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Framed Pictures, Canvas Prints
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Images Dated 2018 May

Available as Framed Prints, Photos, Wall Art and Gift Items

Choose from 57249 pictures in our Images Dated 2018 May collection for your Wall Art or Photo Gift. Popular choices include Framed Prints, Canvas Prints, Posters and Jigsaw Puzzles. All professionally made for quick delivery.

Crenaia, the nymph of the Dargle Featured May Print

Crenaia, the nymph of the Dargle

Crenaia, the nymph of the Dargle. Found in the Collection of Collection Perez Simon, Mexico

© Fine Art Images

1st Baron Leighton 1830 1896, Akt, Allegory And Literature, Collection Pérez Simón, Colourfulness, Dargle, Fine Art Images, Frederic, Goddess, Great Britain, Greek Goddess, Leighton, Maenad, Maenads, Mythology, Nereid, Nereids, Nude, Nude Woman, Nudity, Nymph, Nymphs, Oil On Canvas, Painting, Pre Raphaelite Brotherhood, Pre Raphaelite Paintings, Pre Raphaelites, River Dargle, Roman Mythology, Young Woman

Lea Hall Colliery and Rugeley A Power Station, Staffordshire, 1963 Featured May Print

Lea Hall Colliery and Rugeley A Power Station, Staffordshire, 1963

Lea Hall Colliery and Rugeley A Power Station, Staffordshire, 1963. Lea Hall was the first colliery planned and sunk by the National Coal Board (NCB) and work began in 1954, with the twin shafts being sunk to a depth of 396 metres and the first coal being produced in 1960. The colliery employed 200 men and at times it produced in excess of 1, 000, 000 tons per year. Construction started on Rugeley A Power Station in 1956 and it opened in 1963. This was the first joint venture between the Central Electricity Generating Board (CEGB) and the NCB and coal was delivered directly from the colliery to the power station via conveyor belt. Rugeley's cooling towers were also innovative as they were the world's first large dry cooling towers. This was an experimental design intended to eliminate water loss. The power station, the first to be controlled entirely from a control room was closed in 1995 with the adjacent Rugely B remaining, having opened in 1972. Lea Hall was closed in 1990 due to economic circumstances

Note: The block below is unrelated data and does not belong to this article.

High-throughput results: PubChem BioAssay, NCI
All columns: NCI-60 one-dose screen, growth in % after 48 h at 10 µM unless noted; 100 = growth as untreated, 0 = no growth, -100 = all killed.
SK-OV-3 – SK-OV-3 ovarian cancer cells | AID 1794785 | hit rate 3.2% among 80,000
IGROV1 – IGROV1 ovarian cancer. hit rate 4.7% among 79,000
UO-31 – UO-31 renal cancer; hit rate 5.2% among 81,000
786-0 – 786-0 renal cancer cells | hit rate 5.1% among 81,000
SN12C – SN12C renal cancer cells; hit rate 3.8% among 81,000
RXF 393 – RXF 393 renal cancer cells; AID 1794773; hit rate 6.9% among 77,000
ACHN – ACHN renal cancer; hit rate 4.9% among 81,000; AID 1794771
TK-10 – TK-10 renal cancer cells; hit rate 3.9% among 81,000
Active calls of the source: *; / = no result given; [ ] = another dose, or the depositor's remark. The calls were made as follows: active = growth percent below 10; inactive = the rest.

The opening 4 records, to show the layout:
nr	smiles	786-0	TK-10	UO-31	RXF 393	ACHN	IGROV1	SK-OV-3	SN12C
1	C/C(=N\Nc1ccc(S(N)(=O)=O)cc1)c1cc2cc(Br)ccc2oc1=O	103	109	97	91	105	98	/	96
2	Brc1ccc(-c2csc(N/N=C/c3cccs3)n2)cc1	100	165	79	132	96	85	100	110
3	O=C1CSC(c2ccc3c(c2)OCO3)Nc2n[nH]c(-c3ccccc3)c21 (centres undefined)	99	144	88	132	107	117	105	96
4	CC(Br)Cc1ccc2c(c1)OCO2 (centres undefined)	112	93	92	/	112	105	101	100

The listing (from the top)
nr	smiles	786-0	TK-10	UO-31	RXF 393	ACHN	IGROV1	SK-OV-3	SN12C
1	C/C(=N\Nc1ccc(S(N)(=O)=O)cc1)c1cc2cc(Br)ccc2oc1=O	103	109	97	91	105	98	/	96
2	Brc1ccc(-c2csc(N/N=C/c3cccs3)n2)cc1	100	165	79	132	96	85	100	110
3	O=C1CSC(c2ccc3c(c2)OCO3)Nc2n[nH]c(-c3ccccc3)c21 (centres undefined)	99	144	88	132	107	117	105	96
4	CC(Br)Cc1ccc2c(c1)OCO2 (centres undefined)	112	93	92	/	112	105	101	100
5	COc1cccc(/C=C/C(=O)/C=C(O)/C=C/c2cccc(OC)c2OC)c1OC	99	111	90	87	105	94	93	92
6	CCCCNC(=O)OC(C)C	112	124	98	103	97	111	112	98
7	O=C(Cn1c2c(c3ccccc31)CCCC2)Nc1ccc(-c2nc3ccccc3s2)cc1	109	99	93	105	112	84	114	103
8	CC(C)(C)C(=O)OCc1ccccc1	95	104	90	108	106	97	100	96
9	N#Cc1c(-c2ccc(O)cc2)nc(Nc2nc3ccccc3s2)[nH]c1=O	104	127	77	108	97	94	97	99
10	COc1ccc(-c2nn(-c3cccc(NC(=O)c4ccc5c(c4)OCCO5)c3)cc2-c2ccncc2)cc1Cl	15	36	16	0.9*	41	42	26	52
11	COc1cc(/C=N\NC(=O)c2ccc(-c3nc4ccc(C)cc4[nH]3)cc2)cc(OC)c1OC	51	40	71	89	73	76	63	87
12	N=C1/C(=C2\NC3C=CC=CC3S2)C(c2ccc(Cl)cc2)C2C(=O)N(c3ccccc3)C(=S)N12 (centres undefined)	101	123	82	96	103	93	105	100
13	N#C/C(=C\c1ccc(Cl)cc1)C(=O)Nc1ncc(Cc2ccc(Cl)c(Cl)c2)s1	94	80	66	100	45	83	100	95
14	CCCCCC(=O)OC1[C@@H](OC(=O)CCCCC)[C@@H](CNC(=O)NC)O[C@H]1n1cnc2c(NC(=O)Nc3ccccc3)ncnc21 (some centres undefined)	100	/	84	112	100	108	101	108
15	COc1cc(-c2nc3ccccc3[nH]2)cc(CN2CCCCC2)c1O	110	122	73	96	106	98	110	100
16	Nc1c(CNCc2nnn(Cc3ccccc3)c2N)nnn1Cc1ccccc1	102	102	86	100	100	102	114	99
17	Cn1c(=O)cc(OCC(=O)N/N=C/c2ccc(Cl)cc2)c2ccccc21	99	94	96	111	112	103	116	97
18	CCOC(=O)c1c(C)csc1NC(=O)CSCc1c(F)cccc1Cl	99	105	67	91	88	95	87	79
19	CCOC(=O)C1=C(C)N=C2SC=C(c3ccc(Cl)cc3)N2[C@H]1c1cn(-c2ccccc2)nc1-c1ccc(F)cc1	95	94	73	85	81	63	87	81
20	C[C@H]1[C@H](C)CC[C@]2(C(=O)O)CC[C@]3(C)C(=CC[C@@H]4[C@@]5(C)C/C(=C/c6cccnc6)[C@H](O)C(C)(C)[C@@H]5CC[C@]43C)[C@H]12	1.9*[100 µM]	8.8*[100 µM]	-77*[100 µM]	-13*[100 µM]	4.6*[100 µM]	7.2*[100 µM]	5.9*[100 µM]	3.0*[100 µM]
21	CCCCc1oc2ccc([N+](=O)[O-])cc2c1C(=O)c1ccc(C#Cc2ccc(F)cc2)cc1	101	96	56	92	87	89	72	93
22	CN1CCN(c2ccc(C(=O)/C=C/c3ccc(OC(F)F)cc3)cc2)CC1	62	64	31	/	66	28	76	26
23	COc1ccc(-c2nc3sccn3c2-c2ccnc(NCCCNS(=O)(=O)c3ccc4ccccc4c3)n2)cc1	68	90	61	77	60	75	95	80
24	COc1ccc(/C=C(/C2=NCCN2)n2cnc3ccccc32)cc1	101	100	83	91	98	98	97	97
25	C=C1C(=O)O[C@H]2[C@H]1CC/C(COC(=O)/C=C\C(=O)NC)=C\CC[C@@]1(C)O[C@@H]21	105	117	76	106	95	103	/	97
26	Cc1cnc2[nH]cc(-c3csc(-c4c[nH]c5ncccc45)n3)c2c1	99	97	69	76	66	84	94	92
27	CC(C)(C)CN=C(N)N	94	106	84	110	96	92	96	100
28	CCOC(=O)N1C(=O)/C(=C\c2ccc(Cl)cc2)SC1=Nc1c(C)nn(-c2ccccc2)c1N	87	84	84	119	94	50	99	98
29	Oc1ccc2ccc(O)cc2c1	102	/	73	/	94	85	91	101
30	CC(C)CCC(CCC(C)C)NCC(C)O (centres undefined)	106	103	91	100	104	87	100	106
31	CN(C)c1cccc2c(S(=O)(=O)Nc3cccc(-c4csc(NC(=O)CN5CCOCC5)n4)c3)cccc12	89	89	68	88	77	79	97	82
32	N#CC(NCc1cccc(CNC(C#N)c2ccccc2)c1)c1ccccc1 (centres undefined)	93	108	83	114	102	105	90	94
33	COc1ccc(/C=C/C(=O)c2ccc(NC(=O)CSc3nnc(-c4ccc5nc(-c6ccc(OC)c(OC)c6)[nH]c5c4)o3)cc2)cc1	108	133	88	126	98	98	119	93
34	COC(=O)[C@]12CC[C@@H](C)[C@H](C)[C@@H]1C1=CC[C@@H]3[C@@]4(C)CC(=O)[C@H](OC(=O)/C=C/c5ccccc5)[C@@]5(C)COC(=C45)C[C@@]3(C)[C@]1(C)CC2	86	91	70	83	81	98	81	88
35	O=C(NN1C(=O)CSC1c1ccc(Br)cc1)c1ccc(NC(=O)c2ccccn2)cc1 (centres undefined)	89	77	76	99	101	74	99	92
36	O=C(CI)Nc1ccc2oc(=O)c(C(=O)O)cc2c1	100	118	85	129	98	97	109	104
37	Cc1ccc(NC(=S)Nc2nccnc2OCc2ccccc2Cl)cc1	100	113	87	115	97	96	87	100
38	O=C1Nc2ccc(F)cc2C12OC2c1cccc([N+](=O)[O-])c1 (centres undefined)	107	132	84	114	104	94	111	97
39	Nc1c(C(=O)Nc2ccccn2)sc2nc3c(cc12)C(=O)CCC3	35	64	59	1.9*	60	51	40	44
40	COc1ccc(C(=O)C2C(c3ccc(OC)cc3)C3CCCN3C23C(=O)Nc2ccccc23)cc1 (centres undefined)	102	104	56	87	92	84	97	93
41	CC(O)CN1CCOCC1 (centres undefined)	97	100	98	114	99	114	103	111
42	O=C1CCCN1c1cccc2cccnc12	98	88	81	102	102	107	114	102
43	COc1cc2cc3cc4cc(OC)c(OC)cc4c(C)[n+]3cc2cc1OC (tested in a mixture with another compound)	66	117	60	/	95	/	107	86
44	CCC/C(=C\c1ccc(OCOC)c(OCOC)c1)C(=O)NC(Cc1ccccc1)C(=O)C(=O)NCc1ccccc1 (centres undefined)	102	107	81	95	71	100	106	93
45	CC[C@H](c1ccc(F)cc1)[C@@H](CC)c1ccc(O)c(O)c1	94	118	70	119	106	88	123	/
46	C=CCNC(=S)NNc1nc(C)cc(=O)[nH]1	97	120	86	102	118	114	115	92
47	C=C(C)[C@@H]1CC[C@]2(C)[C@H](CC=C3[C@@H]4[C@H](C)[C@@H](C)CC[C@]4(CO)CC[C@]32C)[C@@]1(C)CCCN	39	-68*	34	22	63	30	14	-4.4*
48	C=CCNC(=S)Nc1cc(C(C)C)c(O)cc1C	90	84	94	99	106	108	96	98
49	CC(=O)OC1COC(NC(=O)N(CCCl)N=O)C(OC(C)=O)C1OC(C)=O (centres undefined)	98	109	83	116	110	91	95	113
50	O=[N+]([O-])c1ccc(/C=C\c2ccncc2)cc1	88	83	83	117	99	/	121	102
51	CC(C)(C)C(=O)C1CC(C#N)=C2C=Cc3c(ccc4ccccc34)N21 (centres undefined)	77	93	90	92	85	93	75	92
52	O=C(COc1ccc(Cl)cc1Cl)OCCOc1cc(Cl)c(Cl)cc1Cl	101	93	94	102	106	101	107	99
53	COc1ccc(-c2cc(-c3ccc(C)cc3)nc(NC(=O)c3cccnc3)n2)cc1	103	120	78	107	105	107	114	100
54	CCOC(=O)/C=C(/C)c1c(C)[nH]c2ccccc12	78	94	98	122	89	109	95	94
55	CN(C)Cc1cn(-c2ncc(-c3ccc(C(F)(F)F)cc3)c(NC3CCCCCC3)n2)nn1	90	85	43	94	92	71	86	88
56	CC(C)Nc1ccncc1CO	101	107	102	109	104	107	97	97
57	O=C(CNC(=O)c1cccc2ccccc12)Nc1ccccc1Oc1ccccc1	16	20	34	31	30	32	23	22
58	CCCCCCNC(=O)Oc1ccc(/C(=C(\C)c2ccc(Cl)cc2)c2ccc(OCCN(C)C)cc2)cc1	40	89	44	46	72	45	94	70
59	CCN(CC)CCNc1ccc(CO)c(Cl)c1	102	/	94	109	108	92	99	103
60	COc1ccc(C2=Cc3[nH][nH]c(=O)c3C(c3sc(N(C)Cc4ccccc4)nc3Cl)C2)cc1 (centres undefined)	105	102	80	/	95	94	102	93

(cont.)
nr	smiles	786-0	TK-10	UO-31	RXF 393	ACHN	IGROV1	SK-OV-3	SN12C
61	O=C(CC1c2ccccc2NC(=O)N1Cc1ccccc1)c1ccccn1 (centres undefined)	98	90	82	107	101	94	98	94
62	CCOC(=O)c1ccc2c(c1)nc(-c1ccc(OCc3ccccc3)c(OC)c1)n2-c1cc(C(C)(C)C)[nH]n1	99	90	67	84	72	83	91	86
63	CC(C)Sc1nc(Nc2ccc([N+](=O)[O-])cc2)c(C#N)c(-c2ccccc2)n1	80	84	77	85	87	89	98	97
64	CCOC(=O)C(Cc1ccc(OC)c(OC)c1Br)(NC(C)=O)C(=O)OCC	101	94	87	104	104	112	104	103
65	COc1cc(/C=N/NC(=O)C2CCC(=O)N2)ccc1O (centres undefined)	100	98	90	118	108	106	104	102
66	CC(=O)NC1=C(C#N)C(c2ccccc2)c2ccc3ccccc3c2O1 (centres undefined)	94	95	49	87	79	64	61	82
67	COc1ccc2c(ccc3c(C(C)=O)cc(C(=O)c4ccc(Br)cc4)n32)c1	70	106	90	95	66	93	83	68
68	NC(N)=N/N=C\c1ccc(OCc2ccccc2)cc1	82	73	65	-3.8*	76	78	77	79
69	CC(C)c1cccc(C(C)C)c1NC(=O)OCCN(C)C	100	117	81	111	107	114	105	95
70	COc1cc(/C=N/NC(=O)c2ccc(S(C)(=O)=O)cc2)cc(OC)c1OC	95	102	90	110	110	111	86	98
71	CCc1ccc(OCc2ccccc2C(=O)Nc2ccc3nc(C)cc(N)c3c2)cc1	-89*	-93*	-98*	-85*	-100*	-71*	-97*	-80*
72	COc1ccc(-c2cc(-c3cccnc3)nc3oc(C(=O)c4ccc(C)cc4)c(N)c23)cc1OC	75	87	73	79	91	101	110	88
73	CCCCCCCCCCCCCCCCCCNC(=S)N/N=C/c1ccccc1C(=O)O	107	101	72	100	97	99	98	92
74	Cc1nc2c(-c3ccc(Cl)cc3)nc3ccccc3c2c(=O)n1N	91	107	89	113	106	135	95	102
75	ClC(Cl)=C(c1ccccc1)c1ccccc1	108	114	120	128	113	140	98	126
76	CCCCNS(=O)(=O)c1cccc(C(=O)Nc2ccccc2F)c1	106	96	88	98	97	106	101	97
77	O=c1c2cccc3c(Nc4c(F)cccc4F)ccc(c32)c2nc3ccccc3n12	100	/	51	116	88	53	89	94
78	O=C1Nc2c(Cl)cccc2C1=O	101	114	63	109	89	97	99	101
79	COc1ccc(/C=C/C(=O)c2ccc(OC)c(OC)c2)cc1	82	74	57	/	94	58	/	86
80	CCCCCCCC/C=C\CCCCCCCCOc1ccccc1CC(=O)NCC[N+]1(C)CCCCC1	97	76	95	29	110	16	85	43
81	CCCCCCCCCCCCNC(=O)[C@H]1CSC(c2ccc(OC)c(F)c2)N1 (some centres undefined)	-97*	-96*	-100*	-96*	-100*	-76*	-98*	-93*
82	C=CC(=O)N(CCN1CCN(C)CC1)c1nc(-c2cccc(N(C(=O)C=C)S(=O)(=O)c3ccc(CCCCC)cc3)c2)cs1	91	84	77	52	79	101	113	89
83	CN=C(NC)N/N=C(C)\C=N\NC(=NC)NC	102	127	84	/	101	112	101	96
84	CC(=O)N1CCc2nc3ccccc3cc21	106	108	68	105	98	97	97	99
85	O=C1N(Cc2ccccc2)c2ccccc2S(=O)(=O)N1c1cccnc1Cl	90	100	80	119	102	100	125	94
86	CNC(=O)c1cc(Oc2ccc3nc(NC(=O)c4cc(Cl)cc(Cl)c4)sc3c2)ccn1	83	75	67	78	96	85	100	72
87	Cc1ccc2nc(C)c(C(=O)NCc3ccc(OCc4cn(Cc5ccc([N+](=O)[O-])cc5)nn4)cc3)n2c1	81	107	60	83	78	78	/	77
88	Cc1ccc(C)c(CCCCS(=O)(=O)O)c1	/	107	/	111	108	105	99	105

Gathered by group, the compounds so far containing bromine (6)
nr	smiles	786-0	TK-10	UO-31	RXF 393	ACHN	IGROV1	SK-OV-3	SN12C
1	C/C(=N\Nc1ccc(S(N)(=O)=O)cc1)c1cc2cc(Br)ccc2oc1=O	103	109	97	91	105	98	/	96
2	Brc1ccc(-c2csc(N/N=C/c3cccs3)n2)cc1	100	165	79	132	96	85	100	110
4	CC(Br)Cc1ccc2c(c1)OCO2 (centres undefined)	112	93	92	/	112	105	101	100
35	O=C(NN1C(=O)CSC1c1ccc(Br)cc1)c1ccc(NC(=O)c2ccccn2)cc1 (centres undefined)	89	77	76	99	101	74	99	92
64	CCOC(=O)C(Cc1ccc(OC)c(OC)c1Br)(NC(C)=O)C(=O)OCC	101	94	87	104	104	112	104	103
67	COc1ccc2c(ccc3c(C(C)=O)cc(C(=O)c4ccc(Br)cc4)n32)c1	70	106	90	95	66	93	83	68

© Worldwide Photography / Heritage-Images

The Fighting Temeraire, 1839. Artist: JMW Turner Featured May Print

The Fighting Temeraire, 1839. Artist: JMW Turner

The Fighting Temeraire, 1839. The 98-gun ship Temeraire became known as the Fighting Temeraire after its role in Nelson's victory at the Battle of Trafalgar in 1805. The ship remained in service until 1838 when she was decommissioned. The painting was thought to represent the decline of Britain's naval power. The Temeraire is shown travelling east, away from the sunset, to evoke a sense of loss. Original work found in The National Gallery Collection. From World Famous Paintings edited by J Grieg Pirie [W.& G. Foyle Ltd., London, 1938.]

© The Print Collector